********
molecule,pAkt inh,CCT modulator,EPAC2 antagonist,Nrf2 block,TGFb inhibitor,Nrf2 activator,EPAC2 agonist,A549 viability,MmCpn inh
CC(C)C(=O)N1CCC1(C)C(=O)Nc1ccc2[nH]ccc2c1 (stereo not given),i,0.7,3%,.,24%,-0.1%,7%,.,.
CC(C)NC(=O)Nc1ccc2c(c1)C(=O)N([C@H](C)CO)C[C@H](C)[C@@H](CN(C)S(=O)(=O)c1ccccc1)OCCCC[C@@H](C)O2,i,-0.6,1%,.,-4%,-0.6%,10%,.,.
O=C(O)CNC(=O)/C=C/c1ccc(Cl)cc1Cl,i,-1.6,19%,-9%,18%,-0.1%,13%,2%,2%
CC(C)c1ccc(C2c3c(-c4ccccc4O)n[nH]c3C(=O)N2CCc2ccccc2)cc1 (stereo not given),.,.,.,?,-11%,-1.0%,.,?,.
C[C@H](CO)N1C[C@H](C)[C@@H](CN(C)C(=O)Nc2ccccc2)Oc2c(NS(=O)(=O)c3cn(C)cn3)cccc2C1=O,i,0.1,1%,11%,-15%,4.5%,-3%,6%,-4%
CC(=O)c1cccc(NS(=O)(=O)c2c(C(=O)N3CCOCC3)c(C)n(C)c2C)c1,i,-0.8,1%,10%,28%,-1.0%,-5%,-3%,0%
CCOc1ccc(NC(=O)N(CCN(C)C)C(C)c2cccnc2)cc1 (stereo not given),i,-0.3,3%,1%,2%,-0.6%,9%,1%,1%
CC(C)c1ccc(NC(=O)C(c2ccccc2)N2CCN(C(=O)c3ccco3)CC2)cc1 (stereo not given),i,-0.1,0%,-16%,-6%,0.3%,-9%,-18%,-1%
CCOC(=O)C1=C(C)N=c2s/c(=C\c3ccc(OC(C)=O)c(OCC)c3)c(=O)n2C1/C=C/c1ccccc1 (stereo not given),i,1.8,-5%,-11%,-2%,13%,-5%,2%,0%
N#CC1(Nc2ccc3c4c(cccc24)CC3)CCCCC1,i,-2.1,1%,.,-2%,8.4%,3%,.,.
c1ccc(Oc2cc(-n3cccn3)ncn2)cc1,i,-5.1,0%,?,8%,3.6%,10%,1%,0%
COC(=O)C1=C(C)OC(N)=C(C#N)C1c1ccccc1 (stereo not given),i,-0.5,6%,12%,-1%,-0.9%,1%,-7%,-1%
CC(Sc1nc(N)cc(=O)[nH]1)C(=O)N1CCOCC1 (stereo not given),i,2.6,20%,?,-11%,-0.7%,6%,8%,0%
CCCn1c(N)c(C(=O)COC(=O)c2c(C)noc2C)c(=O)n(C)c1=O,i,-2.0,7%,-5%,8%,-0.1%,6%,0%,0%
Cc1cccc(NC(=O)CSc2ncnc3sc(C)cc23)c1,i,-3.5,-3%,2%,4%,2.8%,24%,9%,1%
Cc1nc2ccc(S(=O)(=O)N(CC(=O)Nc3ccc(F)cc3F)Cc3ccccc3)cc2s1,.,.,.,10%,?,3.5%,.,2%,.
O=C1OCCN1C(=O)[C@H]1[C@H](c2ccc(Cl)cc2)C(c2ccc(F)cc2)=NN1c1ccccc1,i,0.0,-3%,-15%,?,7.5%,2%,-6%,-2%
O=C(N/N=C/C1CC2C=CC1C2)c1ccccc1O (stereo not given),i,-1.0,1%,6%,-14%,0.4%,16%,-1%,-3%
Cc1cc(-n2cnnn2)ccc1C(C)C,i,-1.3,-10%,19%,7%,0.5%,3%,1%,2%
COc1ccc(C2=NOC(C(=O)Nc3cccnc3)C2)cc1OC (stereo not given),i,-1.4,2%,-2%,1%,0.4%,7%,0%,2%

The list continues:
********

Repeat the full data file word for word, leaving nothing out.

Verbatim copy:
molecule,pAkt inh,CCT modulator,EPAC2 antagonist,Nrf2 block,TGFb inhibitor,Nrf2 activator,EPAC2 agonist,A549 viability,MmCpn inh
CC(C)C(=O)N1CCC1(C)C(=O)Nc1ccc2[nH]ccc2c1 (stereo not given),i,0.7,3%,.,24%,-0.1%,7%,.,.
CC(C)NC(=O)Nc1ccc2c(c1)C(=O)N([C@H](C)CO)C[C@H](C)[C@@H](CN(C)S(=O)(=O)c1ccccc1)OCCCC[C@@H](C)O2,i,-0.6,1%,.,-4%,-0.6%,10%,.,.
O=C(O)CNC(=O)/C=C/c1ccc(Cl)cc1Cl,i,-1.6,19%,-9%,18%,-0.1%,13%,2%,2%
CC(C)c1ccc(C2c3c(-c4ccccc4O)n[nH]c3C(=O)N2CCc2ccccc2)cc1 (stereo not given),.,.,.,?,-11%,-1.0%,.,?,.
C[C@H](CO)N1C[C@H](C)[C@@H](CN(C)C(=O)Nc2ccccc2)Oc2c(NS(=O)(=O)c3cn(C)cn3)cccc2C1=O,i,0.1,1%,11%,-15%,4.5%,-3%,6%,-4%
CC(=O)c1cccc(NS(=O)(=O)c2c(C(=O)N3CCOCC3)c(C)n(C)c2C)c1,i,-0.8,1%,10%,28%,-1.0%,-5%,-3%,0%
CCOc1ccc(NC(=O)N(CCN(C)C)C(C)c2cccnc2)cc1 (stereo not given),i,-0.3,3%,1%,2%,-0.6%,9%,1%,1%
CC(C)c1ccc(NC(=O)C(c2ccccc2)N2CCN(C(=O)c3ccco3)CC2)cc1 (stereo not given),i,-0.1,0%,-16%,-6%,0.3%,-9%,-18%,-1%
CCOC(=O)C1=C(C)N=c2s/c(=C\c3ccc(OC(C)=O)c(OCC)c3)c(=O)n2C1/C=C/c1ccccc1 (stereo not given),i,1.8,-5%,-11%,-2%,13%,-5%,2%,0%
N#CC1(Nc2ccc3c4c(cccc24)CC3)CCCCC1,i,-2.1,1%,.,-2%,8.4%,3%,.,.
c1ccc(Oc2cc(-n3cccn3)ncn2)cc1,i,-5.1,0%,?,8%,3.6%,10%,1%,0%
COC(=O)C1=C(C)OC(N)=C(C#N)C1c1ccccc1 (stereo not given),i,-0.5,6%,12%,-1%,-0.9%,1%,-7%,-1%
CC(Sc1nc(N)cc(=O)[nH]1)C(=O)N1CCOCC1 (stereo not given),i,2.6,20%,?,-11%,-0.7%,6%,8%,0%
CCCn1c(N)c(C(=O)COC(=O)c2c(C)noc2C)c(=O)n(C)c1=O,i,-2.0,7%,-5%,8%,-0.1%,6%,0%,0%
Cc1cccc(NC(=O)CSc2ncnc3sc(C)cc23)c1,i,-3.5,-3%,2%,4%,2.8%,24%,9%,1%
Cc1nc2ccc(S(=O)(=O)N(CC(=O)Nc3ccc(F)cc3F)Cc3ccccc3)cc2s1,.,.,.,10%,?,3.5%,.,2%,.
O=C1OCCN1C(=O)[C@H]1[C@H](c2ccc(Cl)cc2)C(c2ccc(F)cc2)=NN1c1ccccc1,i,0.0,-3%,-15%,?,7.5%,2%,-6%,-2%
O=C(N/N=C/C1CC2C=CC1C2)c1ccccc1O (stereo not given),i,-1.0,1%,6%,-14%,0.4%,16%,-1%,-3%
Cc1cc(-n2cnnn2)ccc1C(C)C,i,-1.3,-10%,19%,7%,0.5%,3%,1%,2%
COc1ccc(C2=NOC(C(=O)Nc3cccnc3)C2)cc1OC (stereo not given),i,-1.4,2%,-2%,1%,0.4%,7%,0%,2%

The list continues: